For the past decade or so, Millennials have been the generation everyone is talking about. Articles typically portray the common Millennial as a youthful, entitled, sourdough consuming, technology obsessed, Instagram peddling podcaster-type, only concerned by what faddish bandwagon that they can jump on next. In most cases, the media tend to conflate the eternal frustrations with young people, the iconography of the hipster and a range of misplaced stereotypes garnered from the internet to create a slightly skewed view of a generation.
The reality of Millennials is obviously not aligned with this misrepresentative view (other than their love of sourdough, as it is frankly delicious). In particular, the concept of the Millennial as these youthful, inexperienced, ingenues taking their first Bambi-like steps into the world of work is probably the most factually incorrect. According to the Pew Research Centre, in 2016 Millennials became the largest generation in the labor workforce in the US. Therefore, the Millennial is a very established generation in the workplace and are now the core engine for the success of most businesses and organizations.
In the world of recruitment and talent identification, Millennials have been typically discussed in the context of what is termed the "candidate experience," which is defined as the collective result of engagements, assessments, and interactions that organizations have with candidates during the hiring process. It has become one of the highest priorities for recruiters and there is a real desire to provide a candidate experience that promotes the organisational brand, assesses the individual effectively and provides a positive experience. The importance of addressing this issue is exemplified by Virgin Media, who estimated that they lost £4.4 million in 2014 due to poor candidate experience within their assessment processes.
Historically, research into the candidate experience has been inextricably tied to Millennials as they have been the incumbent generation for over a decade. However, a new generation is now entering the workforce, a generation that has yet to be focused upon by the media with the same level of revelry, termed “Gen Z” (born between 1996-2010). Several recent popular press articles have proposed significant differences between Millennials and Gen Z, but due to the recency of interest in this new generation, there has been little formal research conducted in the area.
Therefore, we wanted to research the area and understand what these potential differences are more fully. Specifically, as business psychologists and designers of assessments we wanted to understand what these differences were specifically from the perspective of the candidate experience. For this research we surveyed and interviewed 283 candidates, asking them a series of questions regarding their perceptions of the assessment procedures used in selection.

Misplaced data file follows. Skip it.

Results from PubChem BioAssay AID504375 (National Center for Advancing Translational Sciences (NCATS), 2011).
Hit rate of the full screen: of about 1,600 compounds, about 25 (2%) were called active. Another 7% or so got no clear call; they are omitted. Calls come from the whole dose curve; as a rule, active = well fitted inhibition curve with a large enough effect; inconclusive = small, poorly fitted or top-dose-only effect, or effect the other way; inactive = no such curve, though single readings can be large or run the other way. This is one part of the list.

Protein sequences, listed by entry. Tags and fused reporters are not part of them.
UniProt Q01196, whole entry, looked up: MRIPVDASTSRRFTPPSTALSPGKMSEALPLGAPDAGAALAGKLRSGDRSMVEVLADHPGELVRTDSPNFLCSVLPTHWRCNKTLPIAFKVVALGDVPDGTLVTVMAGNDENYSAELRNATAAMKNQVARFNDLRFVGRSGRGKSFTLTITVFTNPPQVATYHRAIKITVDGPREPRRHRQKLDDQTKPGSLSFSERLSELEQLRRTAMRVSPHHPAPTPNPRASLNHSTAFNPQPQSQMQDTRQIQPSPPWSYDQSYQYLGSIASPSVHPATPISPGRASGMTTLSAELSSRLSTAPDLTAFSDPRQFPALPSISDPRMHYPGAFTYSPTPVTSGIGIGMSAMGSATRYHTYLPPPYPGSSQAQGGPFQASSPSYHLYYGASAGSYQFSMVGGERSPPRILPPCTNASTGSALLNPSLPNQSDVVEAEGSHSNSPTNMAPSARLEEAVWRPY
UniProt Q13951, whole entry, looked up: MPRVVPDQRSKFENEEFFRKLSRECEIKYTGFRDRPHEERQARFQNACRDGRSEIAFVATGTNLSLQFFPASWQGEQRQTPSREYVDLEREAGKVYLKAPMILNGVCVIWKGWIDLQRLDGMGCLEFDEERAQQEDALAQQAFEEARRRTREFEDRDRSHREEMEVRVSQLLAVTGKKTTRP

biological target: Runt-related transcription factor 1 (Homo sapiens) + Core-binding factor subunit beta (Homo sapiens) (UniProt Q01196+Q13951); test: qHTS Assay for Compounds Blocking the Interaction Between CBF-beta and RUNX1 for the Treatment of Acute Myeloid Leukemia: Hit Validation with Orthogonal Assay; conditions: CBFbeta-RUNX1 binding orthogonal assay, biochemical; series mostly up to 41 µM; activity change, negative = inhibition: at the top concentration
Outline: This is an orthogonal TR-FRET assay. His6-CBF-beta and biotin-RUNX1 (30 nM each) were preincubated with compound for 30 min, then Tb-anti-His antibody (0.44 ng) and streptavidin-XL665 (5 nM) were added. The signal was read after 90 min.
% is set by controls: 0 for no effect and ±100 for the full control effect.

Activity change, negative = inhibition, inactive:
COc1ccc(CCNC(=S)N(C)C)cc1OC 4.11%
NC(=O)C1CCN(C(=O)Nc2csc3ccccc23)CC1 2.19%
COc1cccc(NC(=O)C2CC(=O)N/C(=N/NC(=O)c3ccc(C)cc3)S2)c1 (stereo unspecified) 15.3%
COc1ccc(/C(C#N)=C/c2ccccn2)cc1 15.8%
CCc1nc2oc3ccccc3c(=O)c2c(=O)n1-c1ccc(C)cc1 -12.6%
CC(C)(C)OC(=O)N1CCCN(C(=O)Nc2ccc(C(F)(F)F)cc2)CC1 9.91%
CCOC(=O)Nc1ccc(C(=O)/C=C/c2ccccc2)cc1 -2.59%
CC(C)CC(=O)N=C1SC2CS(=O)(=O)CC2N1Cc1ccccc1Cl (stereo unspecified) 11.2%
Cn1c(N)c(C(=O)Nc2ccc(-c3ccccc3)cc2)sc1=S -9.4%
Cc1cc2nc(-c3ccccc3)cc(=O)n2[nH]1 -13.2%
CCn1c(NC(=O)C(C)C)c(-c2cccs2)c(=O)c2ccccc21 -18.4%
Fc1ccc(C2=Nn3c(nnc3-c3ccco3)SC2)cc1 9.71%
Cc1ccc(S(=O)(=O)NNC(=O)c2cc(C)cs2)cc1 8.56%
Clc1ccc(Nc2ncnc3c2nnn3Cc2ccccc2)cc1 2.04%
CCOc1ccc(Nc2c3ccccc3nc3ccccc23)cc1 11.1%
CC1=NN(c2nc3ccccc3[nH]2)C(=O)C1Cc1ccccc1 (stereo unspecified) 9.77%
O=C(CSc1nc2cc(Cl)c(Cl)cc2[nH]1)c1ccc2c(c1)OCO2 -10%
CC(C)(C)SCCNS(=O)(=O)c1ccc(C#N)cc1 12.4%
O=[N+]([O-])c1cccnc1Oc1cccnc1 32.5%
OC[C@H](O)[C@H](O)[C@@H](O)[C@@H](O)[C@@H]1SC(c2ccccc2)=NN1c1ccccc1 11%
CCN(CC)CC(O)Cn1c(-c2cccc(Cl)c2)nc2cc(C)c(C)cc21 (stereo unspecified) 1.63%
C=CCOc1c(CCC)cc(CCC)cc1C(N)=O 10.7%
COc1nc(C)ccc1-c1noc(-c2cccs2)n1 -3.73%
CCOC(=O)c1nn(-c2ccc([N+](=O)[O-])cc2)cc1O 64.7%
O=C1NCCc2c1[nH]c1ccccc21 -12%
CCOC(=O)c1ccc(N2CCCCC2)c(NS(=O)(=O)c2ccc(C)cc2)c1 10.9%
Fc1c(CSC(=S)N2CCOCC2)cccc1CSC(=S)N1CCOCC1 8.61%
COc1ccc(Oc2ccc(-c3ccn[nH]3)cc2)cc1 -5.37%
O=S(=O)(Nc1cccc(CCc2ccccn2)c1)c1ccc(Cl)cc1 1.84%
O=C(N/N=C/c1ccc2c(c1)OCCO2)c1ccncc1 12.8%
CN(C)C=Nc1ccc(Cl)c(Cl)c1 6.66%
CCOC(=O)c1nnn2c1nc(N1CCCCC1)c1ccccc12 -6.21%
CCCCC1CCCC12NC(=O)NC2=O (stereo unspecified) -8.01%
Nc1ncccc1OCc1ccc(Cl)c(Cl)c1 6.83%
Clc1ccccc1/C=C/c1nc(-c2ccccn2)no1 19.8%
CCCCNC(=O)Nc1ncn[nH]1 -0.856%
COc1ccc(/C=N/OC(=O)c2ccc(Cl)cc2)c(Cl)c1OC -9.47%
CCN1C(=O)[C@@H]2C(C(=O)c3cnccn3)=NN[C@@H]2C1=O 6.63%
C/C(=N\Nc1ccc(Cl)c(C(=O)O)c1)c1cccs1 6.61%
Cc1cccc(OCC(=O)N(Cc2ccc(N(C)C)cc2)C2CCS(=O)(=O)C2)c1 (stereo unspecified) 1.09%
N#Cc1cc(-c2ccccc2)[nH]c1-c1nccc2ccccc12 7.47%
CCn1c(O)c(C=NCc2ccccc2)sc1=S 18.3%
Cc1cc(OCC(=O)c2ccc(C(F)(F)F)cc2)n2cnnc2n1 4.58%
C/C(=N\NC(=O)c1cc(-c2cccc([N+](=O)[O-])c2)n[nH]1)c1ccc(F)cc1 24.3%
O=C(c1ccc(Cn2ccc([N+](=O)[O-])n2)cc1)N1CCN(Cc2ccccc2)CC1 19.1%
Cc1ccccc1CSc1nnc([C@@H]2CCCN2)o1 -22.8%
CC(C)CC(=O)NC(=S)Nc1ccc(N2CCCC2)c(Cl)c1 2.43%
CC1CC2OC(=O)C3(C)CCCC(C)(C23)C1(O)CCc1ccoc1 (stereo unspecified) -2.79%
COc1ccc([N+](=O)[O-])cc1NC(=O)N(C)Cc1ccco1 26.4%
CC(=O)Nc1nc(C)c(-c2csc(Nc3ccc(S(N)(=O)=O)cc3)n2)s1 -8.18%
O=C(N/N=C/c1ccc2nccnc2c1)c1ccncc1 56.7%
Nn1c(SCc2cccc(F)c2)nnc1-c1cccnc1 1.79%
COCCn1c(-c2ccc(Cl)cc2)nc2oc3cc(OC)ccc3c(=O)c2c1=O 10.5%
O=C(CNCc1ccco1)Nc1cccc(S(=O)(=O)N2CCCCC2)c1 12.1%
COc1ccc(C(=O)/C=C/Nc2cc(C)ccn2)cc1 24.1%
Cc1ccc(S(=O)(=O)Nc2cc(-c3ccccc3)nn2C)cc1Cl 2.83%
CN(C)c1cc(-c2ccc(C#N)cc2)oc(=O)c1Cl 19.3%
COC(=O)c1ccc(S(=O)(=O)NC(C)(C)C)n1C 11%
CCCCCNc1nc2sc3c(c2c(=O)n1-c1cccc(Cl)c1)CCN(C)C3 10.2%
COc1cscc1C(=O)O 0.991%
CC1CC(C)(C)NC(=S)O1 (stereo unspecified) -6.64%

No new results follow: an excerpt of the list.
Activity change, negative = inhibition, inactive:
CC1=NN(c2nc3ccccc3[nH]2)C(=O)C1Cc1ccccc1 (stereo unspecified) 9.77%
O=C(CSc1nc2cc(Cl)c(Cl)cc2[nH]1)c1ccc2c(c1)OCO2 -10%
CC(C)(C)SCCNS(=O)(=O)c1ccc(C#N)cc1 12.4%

The purpose of this research was to help explore some of the differences between the generations and help inform test design for these specific groups. In many instances the generations seemed to have similar perspectives. However, there were certain questions where the responses provided by the two generations were significantly different. Our research suggested the following statistically significant differences between the samples:
Gen Z prefers completing shorter assessments than Millennials, with Gen Z on average wanting assessments that take 42 minutes, whilst Millennials wanting assessments that are 49 minutes.
Gen Z perceives how engaging assessments are as being less important than their Millennial counterparts. This result suggests that, despite candidates wanting the test to be engaging, Gen Z are likely to be less influenced by more surface level aspects of the testing experience.
Gen Z is less likely to perceive an organization as being an attractive place to work due to Virtual Reality test delivery. This result indicates that if you are investing significant amounts of revenue into VR based technologies to impress Gen Z candidates, it is unlikely to have the same level of impact on them in comparison to their Millennial counterparts.
Gen Z is less likely to be positively impacted by tests having an audio/video component. This finding suggests that despite video/audio being useful components of the test, the usage of such features is unlikely to impress Gen Z as much as Millennials.
Gen Z places more importance on salary and benefits than Millennials. This finding suggests that more recruiters should provide more emphasis and clarity on the salary and benefits associated with the role that they are recruiting for.
Gen Z considered Games Based Assessment to be less effective compared to Millennials. This result could reflect a level of skepticism of Gen Z towards this type of assessment methodology.
In addition to looking at the differences between the two generations, the research also provided insights that may inform the direction of new assessment development. For example, the length of time participants indicated they would consider acceptable to complete a test ranged between 30 to 50 minutes, which is longer than some test designers and recruiters have assumed. Recent developments in selection methods have focused on reducing this time with candidate experience in mind, but the current research indicates that accurate and effective measurement is more important.
We found many of these results fascinating and it demonstrates that it is important for recruiters and organizations to reflect the preferences of the next generation when designing their recruitment processes. Specifically, when trying to hire new talent, appealing to Millennials should no longer be the focus, as it is now time that they move over, as Gen Z have arrived.